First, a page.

Her research focus has mainly been in agricultural marketing and economic development. From 2005 to date, she has been part of a University of Zambia and Ohio State University collaborative research project focusing on new market development and marketing strategies for sorghum and millet farmers with the view to help increase their incomes. The project has involved, among other things, understanding value chains and market developments for sorghum-based clear beer, feed concentrates and agro-food initiatives that offer significant opportunities to increase income for sorghum and millet farmers. She has also been the lead researcher in a sorghum and millet seed value chain study, with funding from the INTSORMIL and a competitively won Baurlag fellowship. She is currently working on two other collaborative research projects; one on poverty dynamics among Zambian smallholder farmers, and the other on the impact of Zimbabwean land reforms on commercial farming in Zambia, Zimbabwe and Mozambique.

Rebecca Kiwanuka Lubinda
University of Zambia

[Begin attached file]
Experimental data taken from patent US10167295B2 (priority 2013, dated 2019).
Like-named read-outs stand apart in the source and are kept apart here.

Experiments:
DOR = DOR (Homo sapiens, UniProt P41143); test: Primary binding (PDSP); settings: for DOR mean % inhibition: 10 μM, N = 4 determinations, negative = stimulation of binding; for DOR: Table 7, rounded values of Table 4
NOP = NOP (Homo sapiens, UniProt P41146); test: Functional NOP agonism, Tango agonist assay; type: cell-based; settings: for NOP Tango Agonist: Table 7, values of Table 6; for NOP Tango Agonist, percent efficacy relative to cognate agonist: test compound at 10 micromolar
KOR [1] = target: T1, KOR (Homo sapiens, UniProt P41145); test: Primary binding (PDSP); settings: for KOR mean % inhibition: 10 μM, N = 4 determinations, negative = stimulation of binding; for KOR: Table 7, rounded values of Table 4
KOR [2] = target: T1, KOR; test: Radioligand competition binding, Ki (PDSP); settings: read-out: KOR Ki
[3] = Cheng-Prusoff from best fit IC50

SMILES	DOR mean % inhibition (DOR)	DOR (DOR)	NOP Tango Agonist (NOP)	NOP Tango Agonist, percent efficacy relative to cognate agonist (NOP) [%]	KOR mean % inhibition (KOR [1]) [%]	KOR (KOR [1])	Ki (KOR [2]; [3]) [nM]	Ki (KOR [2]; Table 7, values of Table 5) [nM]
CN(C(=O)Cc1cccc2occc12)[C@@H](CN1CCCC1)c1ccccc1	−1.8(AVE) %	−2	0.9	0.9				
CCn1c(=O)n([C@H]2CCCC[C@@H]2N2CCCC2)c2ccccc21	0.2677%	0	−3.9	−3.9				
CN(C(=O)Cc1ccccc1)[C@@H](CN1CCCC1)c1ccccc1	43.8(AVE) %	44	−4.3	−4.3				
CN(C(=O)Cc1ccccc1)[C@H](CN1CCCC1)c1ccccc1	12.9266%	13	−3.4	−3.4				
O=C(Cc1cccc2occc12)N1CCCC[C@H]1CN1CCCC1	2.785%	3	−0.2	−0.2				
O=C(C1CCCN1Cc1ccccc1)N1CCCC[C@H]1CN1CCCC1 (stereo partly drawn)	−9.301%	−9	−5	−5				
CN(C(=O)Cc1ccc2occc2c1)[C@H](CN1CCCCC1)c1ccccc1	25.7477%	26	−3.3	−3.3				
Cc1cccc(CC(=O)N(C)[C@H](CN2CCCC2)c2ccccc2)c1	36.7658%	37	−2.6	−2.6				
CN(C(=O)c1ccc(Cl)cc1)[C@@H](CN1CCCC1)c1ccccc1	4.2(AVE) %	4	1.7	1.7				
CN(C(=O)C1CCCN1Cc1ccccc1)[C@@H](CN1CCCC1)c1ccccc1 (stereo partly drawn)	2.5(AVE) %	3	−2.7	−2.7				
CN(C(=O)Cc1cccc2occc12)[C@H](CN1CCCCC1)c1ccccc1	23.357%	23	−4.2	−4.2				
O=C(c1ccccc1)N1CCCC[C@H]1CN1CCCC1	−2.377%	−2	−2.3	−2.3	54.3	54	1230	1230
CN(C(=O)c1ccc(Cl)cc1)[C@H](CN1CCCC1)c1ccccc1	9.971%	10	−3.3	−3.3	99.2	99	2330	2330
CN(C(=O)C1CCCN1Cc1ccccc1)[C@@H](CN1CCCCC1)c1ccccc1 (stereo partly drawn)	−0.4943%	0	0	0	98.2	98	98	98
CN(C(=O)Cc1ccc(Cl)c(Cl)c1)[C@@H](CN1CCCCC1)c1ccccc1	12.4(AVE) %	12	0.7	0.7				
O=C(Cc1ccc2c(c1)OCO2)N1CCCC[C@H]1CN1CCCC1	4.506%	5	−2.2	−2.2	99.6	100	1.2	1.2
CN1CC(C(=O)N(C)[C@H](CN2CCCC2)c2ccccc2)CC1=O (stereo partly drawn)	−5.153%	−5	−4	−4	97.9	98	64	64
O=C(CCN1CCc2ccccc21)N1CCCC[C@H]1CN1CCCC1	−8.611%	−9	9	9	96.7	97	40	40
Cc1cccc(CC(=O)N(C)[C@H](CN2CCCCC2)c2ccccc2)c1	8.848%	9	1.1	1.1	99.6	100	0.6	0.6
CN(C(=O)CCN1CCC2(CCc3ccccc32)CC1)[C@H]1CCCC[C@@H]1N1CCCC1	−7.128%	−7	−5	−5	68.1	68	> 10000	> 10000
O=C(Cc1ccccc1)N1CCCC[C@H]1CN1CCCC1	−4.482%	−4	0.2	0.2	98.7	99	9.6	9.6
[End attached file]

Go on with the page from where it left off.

Mrs. Rebecca Kiwanuka Lubinda is a Lecturer in the Department of Agricultural Economics and Extension at The University of Zambia. She teaches agribusiness management courses in both undergraduate and graduate programs. She holds a Masters in Business Administration (MBA) and a B.Sc. (Hons) in Agricultural Economics and Extension from Makerere University, Uganda. She has carried out research work in the areas of Impact assessment and technology adoption, food security, contract farming, marketing, and entrepreneurship. Her research interests are in the areas of agricultural marketing and policy, value chain addition development, impact assessment of rural development projects, rural livelihood strategies and entrepreneurship development. She has vast experience in curriculum development, and business plan development, and offers business advisory services. She serves as an external examiner for the Natural Resource Development College (NRDC), Zambia. She served as a member on the Task Force for Small and Medium Enterprises Development in Zambia and serves on various committees focusing on rural development and poverty reduction. She has won three fellowship awards and a competitive research grant from USAID/USDA under the Borlaug fellowship, which she used to study small-scale farmers’ access to improved common bean variety seed in Zambia.